Virginia Poised To Enact Strict Data Protection Law

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Fisher Phillips

First Europe installed a strict data privacy scheme when it enacted its General Data Protection Regulation (GDPR), then the trend crossed the Atlantic as California lawmakers passed their own data privacy law known as the California Consumer Privacy Act (CCPA). Up next is …Virginia? The Commonwealth of Virginia is poised to enact the Consumer Data Protection Act (CDPA), which would take effect and impact many businesses across the state beginning in January 2023. What do you need to know about this impending shift?

The CDPA (currently pending as two identical bills, one adopted by the Virginia House on January 29, 2021 and one approved by the Virginia Senate on February 5, 2021) is seen to be more business-friendly than its California counterpart, as the Virginia legislation applies only to businesses that control or process personal data of at least 100,000 consumers per year. Businesses which process the data of at least 25,000 consumers per year and make more than half of their gross revenue from selling personal data will also be affected, but businesses must be based in Virginia or serving Virginians to come under the law’s requirements.

Although Virginia’s CDPA has similarities to both the GDPR and CCPA, it also has important differences. Like the CCPA, the Virginia law will allow consumers to opt out of the sale of their personal data (defined as “any information that is linked or reasonably linkable to an identified or identifiable natural person”), receive a copy of their online data, amend or delete the data pertaining to them, and provide portability rights. Unlike the CCPA, however, consumers will not be permitted to opt out of the sharing of their personal data where the personal data is shared but no money is exchanged. More importantly for workplace law purposes, employment data falls outside of the scope of the current Virginia legislation.

Similar to concepts found in the GDPR, data controllers following Virginia’s law must limit the collection of personal data to that which is relevant, adequate, and reasonably necessary to the purpose for which the data is processed under the current version of the CDPA. Data controllers will also be required to maintain reasonable security practices to protect the data under their control. The processing of sensitive data will require consumer consent, which is defined as a “clear affirmative act signifying a consumer’s freely given, specific, informed, and unambiguous agreement” to process their data. The CDPA will also require that notice be given to consumers to clearly disclose the categories of personal data collected, the purpose for the collection, the categories of data shared with third parties, and the means by which consumers can exercise their rights under the CDPA. The bill also requires that affected businesses perform data protection assessments, which could be requested by the Virginia Attorney General at any time, and requires that there must be data processing agreements in place between data controllers and processors.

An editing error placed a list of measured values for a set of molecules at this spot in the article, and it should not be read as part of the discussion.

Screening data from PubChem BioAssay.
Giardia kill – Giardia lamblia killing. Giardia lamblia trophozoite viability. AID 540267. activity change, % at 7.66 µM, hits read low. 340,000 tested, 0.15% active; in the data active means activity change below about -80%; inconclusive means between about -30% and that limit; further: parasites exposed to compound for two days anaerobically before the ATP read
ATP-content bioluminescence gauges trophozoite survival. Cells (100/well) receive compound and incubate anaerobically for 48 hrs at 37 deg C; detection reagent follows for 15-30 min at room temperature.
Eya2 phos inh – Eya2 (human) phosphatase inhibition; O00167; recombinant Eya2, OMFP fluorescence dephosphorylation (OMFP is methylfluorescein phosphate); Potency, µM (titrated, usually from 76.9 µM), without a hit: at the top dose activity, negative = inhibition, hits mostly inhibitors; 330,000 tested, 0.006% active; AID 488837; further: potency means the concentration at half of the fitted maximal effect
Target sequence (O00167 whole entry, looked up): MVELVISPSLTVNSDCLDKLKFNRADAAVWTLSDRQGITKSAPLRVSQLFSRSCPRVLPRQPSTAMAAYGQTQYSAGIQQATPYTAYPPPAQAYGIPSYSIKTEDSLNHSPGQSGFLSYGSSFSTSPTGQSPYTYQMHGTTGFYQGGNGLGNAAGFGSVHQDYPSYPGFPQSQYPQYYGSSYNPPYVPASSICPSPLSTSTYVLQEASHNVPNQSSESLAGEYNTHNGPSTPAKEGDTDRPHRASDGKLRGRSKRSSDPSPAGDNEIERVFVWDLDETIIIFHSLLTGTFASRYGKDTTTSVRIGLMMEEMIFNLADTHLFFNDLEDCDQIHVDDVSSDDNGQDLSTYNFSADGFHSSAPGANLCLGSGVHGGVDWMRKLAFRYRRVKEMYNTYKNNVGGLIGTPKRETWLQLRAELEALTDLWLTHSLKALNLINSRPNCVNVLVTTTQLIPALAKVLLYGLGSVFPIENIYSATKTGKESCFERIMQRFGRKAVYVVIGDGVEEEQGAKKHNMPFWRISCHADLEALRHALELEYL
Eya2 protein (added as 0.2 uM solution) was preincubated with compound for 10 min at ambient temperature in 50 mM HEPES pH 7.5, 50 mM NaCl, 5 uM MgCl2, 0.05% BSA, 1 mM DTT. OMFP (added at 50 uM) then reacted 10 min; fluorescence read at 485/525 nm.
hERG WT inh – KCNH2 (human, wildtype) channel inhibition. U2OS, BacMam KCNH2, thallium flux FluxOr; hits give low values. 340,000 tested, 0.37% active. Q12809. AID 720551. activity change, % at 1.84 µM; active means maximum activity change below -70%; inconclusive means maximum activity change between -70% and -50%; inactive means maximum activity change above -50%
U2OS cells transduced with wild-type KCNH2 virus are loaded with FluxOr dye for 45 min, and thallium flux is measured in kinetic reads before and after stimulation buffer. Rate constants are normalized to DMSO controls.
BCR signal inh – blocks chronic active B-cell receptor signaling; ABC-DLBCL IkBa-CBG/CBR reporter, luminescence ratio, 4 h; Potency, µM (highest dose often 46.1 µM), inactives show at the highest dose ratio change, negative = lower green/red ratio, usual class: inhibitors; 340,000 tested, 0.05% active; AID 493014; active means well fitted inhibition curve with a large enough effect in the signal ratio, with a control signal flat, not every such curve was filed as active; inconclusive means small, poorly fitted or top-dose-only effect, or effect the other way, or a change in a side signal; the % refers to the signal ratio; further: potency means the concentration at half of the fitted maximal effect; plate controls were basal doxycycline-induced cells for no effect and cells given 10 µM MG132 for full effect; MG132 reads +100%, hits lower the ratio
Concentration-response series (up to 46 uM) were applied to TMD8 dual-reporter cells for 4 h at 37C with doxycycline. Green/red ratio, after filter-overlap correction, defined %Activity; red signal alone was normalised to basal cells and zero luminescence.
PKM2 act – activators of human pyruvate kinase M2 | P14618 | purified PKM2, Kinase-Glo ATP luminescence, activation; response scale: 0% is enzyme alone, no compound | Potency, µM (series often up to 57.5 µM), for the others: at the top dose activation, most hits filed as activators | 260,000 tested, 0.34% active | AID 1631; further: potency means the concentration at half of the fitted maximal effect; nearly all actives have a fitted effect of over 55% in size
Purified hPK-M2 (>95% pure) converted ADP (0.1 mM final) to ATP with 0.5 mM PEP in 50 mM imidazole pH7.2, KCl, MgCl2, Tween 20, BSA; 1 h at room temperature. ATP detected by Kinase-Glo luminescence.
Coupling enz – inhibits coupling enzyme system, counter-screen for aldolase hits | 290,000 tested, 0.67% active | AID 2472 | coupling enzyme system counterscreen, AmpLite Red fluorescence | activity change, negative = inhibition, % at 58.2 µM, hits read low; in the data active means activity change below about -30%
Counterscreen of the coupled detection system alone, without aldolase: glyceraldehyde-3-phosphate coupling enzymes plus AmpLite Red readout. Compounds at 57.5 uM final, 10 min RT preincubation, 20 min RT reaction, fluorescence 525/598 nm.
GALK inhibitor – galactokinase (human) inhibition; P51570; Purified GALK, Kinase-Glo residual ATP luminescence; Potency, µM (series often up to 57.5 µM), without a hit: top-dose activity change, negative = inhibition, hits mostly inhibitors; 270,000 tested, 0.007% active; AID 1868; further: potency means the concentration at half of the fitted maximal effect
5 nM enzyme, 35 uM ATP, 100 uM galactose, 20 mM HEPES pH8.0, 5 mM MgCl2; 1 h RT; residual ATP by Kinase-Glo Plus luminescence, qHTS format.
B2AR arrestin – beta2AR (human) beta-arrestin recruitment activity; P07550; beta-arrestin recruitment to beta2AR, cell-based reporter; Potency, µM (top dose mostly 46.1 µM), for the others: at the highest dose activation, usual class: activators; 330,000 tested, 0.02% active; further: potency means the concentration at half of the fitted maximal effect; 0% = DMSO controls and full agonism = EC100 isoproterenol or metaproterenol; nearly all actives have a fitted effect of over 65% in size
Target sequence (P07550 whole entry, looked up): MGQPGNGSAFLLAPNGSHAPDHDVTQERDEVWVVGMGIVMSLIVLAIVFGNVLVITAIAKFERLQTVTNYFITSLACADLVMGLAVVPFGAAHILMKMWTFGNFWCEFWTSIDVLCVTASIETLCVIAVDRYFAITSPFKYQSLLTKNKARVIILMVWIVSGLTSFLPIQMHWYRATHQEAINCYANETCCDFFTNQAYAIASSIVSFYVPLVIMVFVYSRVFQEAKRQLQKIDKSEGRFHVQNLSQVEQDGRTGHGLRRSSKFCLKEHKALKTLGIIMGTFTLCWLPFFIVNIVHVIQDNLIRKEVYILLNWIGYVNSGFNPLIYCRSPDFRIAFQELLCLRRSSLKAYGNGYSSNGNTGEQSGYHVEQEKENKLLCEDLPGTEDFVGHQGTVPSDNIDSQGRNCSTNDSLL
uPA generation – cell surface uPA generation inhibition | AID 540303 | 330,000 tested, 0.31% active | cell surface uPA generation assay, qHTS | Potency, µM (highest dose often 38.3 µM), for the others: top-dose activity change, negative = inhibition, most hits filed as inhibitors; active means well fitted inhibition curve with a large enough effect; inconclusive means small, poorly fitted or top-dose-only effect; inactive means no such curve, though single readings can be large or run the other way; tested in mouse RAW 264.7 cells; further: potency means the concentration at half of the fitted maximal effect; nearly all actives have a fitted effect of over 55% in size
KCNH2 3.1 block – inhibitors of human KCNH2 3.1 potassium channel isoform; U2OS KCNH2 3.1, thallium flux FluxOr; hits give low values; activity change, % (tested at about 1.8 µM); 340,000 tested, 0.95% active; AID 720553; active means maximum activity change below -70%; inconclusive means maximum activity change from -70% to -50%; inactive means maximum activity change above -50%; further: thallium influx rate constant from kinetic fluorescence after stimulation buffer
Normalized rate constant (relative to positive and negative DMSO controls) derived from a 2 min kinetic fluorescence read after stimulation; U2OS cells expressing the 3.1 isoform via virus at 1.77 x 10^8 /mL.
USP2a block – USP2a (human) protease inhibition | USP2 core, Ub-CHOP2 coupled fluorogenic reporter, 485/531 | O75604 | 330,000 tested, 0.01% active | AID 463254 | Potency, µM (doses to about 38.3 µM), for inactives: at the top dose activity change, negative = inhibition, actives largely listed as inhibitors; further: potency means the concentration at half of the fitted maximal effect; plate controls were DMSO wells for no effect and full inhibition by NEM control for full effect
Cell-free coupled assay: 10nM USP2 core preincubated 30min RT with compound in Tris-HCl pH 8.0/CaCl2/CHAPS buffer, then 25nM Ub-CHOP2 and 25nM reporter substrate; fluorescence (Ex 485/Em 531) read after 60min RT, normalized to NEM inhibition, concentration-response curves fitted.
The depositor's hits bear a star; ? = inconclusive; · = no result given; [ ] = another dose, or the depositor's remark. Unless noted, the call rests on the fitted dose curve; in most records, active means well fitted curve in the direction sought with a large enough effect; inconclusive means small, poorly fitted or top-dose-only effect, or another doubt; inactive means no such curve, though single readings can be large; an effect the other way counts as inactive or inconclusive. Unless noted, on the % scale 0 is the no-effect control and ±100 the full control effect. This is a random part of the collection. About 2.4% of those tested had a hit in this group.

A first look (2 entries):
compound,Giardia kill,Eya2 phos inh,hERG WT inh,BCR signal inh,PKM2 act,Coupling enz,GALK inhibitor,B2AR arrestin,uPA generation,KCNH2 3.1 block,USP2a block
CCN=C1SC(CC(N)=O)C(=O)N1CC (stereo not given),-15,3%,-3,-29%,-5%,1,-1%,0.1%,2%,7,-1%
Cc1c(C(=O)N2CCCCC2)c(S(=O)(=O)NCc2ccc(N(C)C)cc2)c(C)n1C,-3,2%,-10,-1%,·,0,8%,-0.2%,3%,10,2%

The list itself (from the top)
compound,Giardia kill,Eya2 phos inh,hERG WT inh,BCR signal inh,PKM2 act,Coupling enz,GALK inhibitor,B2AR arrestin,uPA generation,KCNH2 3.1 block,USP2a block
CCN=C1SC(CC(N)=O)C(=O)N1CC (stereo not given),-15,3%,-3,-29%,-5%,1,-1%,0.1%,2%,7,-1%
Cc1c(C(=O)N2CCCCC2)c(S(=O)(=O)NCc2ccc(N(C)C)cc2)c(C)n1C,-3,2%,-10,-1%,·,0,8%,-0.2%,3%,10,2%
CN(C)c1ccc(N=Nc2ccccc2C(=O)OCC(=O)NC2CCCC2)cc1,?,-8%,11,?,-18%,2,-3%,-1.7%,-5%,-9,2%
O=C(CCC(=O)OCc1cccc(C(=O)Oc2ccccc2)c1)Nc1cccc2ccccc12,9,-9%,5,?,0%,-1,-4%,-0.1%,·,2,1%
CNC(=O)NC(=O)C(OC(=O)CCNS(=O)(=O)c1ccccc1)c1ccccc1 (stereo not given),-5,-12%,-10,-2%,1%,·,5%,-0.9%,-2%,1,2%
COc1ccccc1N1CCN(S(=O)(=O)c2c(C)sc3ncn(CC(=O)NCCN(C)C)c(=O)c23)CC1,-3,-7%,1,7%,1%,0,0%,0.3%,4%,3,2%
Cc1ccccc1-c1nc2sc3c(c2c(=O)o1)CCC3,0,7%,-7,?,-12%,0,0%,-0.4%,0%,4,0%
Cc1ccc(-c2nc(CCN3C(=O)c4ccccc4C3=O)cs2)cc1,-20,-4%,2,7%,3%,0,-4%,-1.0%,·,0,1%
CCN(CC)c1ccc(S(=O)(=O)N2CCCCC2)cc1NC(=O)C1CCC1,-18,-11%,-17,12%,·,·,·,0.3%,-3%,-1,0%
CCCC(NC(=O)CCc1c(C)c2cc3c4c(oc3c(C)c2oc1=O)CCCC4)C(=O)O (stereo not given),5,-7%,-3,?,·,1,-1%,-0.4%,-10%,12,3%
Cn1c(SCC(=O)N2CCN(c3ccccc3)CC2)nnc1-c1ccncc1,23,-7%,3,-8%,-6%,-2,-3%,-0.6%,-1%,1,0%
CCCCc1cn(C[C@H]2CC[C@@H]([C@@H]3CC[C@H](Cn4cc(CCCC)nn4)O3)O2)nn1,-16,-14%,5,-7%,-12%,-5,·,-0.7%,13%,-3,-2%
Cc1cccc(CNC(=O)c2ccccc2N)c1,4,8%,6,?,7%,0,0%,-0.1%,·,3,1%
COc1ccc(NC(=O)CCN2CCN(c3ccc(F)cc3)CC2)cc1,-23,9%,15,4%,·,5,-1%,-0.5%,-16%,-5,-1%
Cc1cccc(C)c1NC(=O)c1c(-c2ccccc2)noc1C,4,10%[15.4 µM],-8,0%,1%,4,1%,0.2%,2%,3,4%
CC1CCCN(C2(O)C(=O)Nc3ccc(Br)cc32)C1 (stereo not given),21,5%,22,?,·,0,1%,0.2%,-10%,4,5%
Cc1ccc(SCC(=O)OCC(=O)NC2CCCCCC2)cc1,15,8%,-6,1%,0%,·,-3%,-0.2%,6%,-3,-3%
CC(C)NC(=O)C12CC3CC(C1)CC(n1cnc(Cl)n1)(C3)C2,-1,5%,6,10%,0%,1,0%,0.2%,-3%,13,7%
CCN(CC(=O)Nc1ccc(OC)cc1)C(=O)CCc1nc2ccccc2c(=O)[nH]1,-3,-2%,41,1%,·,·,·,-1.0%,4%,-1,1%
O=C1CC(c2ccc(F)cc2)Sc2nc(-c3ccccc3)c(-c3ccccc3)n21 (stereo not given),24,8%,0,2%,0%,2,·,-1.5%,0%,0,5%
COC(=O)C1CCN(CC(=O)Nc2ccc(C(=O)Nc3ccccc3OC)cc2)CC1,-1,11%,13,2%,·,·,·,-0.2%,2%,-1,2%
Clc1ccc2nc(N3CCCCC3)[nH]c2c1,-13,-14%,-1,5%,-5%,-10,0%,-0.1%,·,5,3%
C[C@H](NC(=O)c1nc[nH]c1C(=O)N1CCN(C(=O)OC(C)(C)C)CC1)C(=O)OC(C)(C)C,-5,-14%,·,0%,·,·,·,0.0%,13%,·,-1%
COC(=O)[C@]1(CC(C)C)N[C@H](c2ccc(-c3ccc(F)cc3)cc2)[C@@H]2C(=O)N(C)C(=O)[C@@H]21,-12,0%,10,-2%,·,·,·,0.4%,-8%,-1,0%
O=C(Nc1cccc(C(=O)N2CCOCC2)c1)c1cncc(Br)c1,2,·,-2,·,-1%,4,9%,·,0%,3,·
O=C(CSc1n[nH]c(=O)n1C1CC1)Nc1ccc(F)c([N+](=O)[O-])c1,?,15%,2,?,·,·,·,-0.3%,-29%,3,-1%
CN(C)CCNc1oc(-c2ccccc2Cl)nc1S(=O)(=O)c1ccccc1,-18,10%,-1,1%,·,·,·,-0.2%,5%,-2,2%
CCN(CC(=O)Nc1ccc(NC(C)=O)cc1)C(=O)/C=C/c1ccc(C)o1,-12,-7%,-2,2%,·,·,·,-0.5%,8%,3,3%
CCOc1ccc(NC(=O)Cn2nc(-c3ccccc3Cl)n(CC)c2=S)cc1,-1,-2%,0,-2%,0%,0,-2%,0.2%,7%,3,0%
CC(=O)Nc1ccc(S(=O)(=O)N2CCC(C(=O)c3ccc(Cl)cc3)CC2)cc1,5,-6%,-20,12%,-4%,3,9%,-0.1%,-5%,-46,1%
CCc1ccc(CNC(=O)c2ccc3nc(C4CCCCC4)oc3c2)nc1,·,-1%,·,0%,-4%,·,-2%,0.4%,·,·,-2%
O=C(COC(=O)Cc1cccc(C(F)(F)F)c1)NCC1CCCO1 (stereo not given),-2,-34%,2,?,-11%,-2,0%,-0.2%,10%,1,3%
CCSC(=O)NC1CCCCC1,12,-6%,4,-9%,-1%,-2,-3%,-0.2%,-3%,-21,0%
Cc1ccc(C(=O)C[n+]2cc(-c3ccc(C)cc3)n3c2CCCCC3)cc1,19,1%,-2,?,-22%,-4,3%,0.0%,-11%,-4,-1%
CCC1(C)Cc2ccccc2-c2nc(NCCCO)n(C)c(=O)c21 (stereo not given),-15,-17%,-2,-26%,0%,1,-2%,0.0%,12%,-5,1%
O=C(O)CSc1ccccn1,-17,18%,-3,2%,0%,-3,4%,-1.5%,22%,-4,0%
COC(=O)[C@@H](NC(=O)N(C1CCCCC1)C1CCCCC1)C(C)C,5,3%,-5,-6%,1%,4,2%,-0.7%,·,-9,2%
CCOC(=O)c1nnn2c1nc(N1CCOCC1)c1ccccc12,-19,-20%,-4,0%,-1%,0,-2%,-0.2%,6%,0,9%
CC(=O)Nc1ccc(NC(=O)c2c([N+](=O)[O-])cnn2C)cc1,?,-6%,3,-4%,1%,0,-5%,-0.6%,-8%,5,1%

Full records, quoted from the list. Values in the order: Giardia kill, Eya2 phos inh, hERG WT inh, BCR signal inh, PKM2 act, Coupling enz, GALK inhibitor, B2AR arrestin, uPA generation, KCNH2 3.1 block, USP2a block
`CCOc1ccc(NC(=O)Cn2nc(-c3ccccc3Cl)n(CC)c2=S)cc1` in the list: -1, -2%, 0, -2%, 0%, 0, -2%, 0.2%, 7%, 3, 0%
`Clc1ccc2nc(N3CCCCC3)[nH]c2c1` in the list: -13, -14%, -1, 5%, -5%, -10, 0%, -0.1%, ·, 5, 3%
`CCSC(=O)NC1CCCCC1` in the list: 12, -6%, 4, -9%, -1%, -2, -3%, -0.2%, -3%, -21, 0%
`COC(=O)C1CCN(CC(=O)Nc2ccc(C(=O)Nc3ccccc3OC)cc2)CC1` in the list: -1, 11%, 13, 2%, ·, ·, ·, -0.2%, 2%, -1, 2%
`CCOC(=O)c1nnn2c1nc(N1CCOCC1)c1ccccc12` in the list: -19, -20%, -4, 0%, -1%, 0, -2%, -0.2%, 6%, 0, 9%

Another positive for the business community: while the Virginia attorney general’s office would be responsible for enforcement, there is currently no private right of action that would otherwise create a minefield of potential court actions.  This is controversial, however, and could be subject to amendment before 2023.

In preparation, affected businesses will want to be sure to understand the consumer data they currently process and store to ensure that no more data is collected than necessary, and current security practices protecting that data should be reviewed and updated if necessary.  Businesses will also need to begin reviewing their agreements with data processing vendors.  To the extent an affected business does not have such agreements in place, it is a good idea to begin putting formal agreements in place.  Affected businesses will also want to consider how to manage consumers’ requests regarding their personal data, as well as how sensitive data consent will be collected. 


Fisher Phillips will continue to monitor the progress of the CDPA, which is awaiting reconciliation and then will be sent to Governor Northam for signature, likely sometime this month.  The Governor is expected to sign the bill, which had broad bipartisan support.

DISCLAIMER: Because of the generality of this update, the information provided herein may not be applicable in all situations and should not be acted upon without specific legal advice based on particular situations.

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